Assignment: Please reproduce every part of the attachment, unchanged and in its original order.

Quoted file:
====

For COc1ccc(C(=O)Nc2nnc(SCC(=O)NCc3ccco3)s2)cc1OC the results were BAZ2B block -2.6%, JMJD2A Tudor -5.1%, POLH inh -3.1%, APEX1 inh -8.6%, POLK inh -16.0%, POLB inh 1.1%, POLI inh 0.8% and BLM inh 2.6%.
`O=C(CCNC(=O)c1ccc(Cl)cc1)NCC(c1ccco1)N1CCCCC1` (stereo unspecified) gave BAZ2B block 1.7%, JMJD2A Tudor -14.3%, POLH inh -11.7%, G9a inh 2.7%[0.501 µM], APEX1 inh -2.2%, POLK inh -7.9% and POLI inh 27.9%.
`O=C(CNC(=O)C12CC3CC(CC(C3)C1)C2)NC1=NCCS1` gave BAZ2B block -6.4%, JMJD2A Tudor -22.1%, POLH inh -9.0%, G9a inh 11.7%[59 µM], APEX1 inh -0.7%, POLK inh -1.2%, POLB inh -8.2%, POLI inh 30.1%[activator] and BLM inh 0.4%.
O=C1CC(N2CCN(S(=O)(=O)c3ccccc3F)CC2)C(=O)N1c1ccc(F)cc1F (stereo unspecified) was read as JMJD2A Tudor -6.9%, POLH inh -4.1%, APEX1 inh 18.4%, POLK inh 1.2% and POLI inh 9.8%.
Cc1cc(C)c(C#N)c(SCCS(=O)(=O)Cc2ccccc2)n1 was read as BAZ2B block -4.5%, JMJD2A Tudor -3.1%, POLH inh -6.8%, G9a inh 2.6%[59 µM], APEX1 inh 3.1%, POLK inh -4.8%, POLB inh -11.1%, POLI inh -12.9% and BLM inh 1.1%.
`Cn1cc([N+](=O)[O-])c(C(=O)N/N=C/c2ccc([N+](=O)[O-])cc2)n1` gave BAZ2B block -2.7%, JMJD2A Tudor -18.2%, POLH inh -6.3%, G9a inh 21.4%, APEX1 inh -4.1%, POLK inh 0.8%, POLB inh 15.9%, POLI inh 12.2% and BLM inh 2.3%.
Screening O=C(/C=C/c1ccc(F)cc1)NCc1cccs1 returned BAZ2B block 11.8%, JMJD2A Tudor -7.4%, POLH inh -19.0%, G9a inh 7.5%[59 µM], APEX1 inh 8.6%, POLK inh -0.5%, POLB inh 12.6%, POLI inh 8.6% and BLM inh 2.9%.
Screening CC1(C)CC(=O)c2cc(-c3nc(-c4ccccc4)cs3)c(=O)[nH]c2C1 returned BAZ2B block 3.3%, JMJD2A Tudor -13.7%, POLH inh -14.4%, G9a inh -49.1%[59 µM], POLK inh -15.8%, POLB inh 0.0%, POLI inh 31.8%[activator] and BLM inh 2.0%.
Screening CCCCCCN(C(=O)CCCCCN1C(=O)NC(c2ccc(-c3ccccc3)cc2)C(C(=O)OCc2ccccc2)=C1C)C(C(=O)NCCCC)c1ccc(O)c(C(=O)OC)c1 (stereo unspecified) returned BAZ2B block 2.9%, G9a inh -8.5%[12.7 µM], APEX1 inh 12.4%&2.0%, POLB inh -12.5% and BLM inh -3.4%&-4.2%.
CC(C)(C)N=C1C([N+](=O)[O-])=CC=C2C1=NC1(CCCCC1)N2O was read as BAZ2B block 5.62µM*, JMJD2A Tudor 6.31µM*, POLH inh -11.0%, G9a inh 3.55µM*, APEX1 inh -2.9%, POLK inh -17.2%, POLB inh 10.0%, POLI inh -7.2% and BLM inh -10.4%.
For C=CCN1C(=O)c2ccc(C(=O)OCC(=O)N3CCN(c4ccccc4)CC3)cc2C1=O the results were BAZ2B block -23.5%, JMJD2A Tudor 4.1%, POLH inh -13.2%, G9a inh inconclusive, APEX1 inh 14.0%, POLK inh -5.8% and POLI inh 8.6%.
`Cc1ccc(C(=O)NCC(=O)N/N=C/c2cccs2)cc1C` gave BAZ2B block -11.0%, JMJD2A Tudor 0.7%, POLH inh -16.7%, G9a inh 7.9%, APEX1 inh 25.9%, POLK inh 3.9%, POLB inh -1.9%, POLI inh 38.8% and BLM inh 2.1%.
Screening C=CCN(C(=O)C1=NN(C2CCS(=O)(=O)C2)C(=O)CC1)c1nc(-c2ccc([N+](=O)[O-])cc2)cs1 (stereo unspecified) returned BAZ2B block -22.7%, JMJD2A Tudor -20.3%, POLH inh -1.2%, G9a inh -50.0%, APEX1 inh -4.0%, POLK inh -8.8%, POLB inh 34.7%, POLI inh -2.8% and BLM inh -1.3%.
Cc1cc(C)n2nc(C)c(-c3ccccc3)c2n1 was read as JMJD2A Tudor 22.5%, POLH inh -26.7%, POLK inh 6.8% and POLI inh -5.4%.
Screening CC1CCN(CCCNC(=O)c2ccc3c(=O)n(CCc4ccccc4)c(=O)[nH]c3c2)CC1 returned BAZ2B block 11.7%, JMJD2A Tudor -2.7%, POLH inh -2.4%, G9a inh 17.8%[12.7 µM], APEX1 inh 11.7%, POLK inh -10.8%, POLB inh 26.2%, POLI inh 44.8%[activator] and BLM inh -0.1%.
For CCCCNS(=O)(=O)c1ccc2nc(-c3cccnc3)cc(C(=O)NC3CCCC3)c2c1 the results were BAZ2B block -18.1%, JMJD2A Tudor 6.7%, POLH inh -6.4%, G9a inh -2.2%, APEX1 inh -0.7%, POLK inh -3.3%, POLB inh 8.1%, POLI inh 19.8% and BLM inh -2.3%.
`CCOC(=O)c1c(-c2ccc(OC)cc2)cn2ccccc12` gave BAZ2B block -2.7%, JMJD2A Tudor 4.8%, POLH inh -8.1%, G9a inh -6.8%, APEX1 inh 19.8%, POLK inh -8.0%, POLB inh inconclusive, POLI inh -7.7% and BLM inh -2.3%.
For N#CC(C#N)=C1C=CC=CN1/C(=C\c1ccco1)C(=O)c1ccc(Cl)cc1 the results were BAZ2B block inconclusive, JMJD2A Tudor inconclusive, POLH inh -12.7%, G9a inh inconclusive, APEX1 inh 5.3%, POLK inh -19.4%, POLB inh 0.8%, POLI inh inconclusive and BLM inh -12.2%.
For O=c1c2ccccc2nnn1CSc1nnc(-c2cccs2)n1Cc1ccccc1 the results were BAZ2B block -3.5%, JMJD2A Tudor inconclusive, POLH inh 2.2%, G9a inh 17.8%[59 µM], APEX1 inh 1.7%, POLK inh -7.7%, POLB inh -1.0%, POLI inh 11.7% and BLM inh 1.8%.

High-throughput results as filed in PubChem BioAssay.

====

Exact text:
For COc1ccc(C(=O)Nc2nnc(SCC(=O)NCc3ccco3)s2)cc1OC the results were BAZ2B block -2.6%, JMJD2A Tudor -5.1%, POLH inh -3.1%, APEX1 inh -8.6%, POLK inh -16.0%, POLB inh 1.1%, POLI inh 0.8% and BLM inh 2.6%.
`O=C(CCNC(=O)c1ccc(Cl)cc1)NCC(c1ccco1)N1CCCCC1` (stereo unspecified) gave BAZ2B block 1.7%, JMJD2A Tudor -14.3%, POLH inh -11.7%, G9a inh 2.7%[0.501 µM], APEX1 inh -2.2%, POLK inh -7.9% and POLI inh 27.9%.
`O=C(CNC(=O)C12CC3CC(CC(C3)C1)C2)NC1=NCCS1` gave BAZ2B block -6.4%, JMJD2A Tudor -22.1%, POLH inh -9.0%, G9a inh 11.7%[59 µM], APEX1 inh -0.7%, POLK inh -1.2%, POLB inh -8.2%, POLI inh 30.1%[activator] and BLM inh 0.4%.
O=C1CC(N2CCN(S(=O)(=O)c3ccccc3F)CC2)C(=O)N1c1ccc(F)cc1F (stereo unspecified) was read as JMJD2A Tudor -6.9%, POLH inh -4.1%, APEX1 inh 18.4%, POLK inh 1.2% and POLI inh 9.8%.
Cc1cc(C)c(C#N)c(SCCS(=O)(=O)Cc2ccccc2)n1 was read as BAZ2B block -4.5%, JMJD2A Tudor -3.1%, POLH inh -6.8%, G9a inh 2.6%[59 µM], APEX1 inh 3.1%, POLK inh -4.8%, POLB inh -11.1%, POLI inh -12.9% and BLM inh 1.1%.
`Cn1cc([N+](=O)[O-])c(C(=O)N/N=C/c2ccc([N+](=O)[O-])cc2)n1` gave BAZ2B block -2.7%, JMJD2A Tudor -18.2%, POLH inh -6.3%, G9a inh 21.4%, APEX1 inh -4.1%, POLK inh 0.8%, POLB inh 15.9%, POLI inh 12.2% and BLM inh 2.3%.
Screening O=C(/C=C/c1ccc(F)cc1)NCc1cccs1 returned BAZ2B block 11.8%, JMJD2A Tudor -7.4%, POLH inh -19.0%, G9a inh 7.5%[59 µM], APEX1 inh 8.6%, POLK inh -0.5%, POLB inh 12.6%, POLI inh 8.6% and BLM inh 2.9%.
Screening CC1(C)CC(=O)c2cc(-c3nc(-c4ccccc4)cs3)c(=O)[nH]c2C1 returned BAZ2B block 3.3%, JMJD2A Tudor -13.7%, POLH inh -14.4%, G9a inh -49.1%[59 µM], POLK inh -15.8%, POLB inh 0.0%, POLI inh 31.8%[activator] and BLM inh 2.0%.
Screening CCCCCCN(C(=O)CCCCCN1C(=O)NC(c2ccc(-c3ccccc3)cc2)C(C(=O)OCc2ccccc2)=C1C)C(C(=O)NCCCC)c1ccc(O)c(C(=O)OC)c1 (stereo unspecified) returned BAZ2B block 2.9%, G9a inh -8.5%[12.7 µM], APEX1 inh 12.4%&2.0%, POLB inh -12.5% and BLM inh -3.4%&-4.2%.
CC(C)(C)N=C1C([N+](=O)[O-])=CC=C2C1=NC1(CCCCC1)N2O was read as BAZ2B block 5.62µM*, JMJD2A Tudor 6.31µM*, POLH inh -11.0%, G9a inh 3.55µM*, APEX1 inh -2.9%, POLK inh -17.2%, POLB inh 10.0%, POLI inh -7.2% and BLM inh -10.4%.
For C=CCN1C(=O)c2ccc(C(=O)OCC(=O)N3CCN(c4ccccc4)CC3)cc2C1=O the results were BAZ2B block -23.5%, JMJD2A Tudor 4.1%, POLH inh -13.2%, G9a inh inconclusive, APEX1 inh 14.0%, POLK inh -5.8% and POLI inh 8.6%.
`Cc1ccc(C(=O)NCC(=O)N/N=C/c2cccs2)cc1C` gave BAZ2B block -11.0%, JMJD2A Tudor 0.7%, POLH inh -16.7%, G9a inh 7.9%, APEX1 inh 25.9%, POLK inh 3.9%, POLB inh -1.9%, POLI inh 38.8% and BLM inh 2.1%.
Screening C=CCN(C(=O)C1=NN(C2CCS(=O)(=O)C2)C(=O)CC1)c1nc(-c2ccc([N+](=O)[O-])cc2)cs1 (stereo unspecified) returned BAZ2B block -22.7%, JMJD2A Tudor -20.3%, POLH inh -1.2%, G9a inh -50.0%, APEX1 inh -4.0%, POLK inh -8.8%, POLB inh 34.7%, POLI inh -2.8% and BLM inh -1.3%.
Cc1cc(C)n2nc(C)c(-c3ccccc3)c2n1 was read as JMJD2A Tudor 22.5%, POLH inh -26.7%, POLK inh 6.8% and POLI inh -5.4%.
Screening CC1CCN(CCCNC(=O)c2ccc3c(=O)n(CCc4ccccc4)c(=O)[nH]c3c2)CC1 returned BAZ2B block 11.7%, JMJD2A Tudor -2.7%, POLH inh -2.4%, G9a inh 17.8%[12.7 µM], APEX1 inh 11.7%, POLK inh -10.8%, POLB inh 26.2%, POLI inh 44.8%[activator] and BLM inh -0.1%.
For CCCCNS(=O)(=O)c1ccc2nc(-c3cccnc3)cc(C(=O)NC3CCCC3)c2c1 the results were BAZ2B block -18.1%, JMJD2A Tudor 6.7%, POLH inh -6.4%, G9a inh -2.2%, APEX1 inh -0.7%, POLK inh -3.3%, POLB inh 8.1%, POLI inh 19.8% and BLM inh -2.3%.
`CCOC(=O)c1c(-c2ccc(OC)cc2)cn2ccccc12` gave BAZ2B block -2.7%, JMJD2A Tudor 4.8%, POLH inh -8.1%, G9a inh -6.8%, APEX1 inh 19.8%, POLK inh -8.0%, POLB inh inconclusive, POLI inh -7.7% and BLM inh -2.3%.
For N#CC(C#N)=C1C=CC=CN1/C(=C\c1ccco1)C(=O)c1ccc(Cl)cc1 the results were BAZ2B block inconclusive, JMJD2A Tudor inconclusive, POLH inh -12.7%, G9a inh inconclusive, APEX1 inh 5.3%, POLK inh -19.4%, POLB inh 0.8%, POLI inh inconclusive and BLM inh -12.2%.
For O=c1c2ccccc2nnn1CSc1nnc(-c2cccs2)n1Cc1ccccc1 the results were BAZ2B block -3.5%, JMJD2A Tudor inconclusive, POLH inh 2.2%, G9a inh 17.8%[59 µM], APEX1 inh 1.7%, POLK inh -7.7%, POLB inh -1.0%, POLI inh 11.7% and BLM inh 1.8%.

High-throughput results as filed in PubChem BioAssay.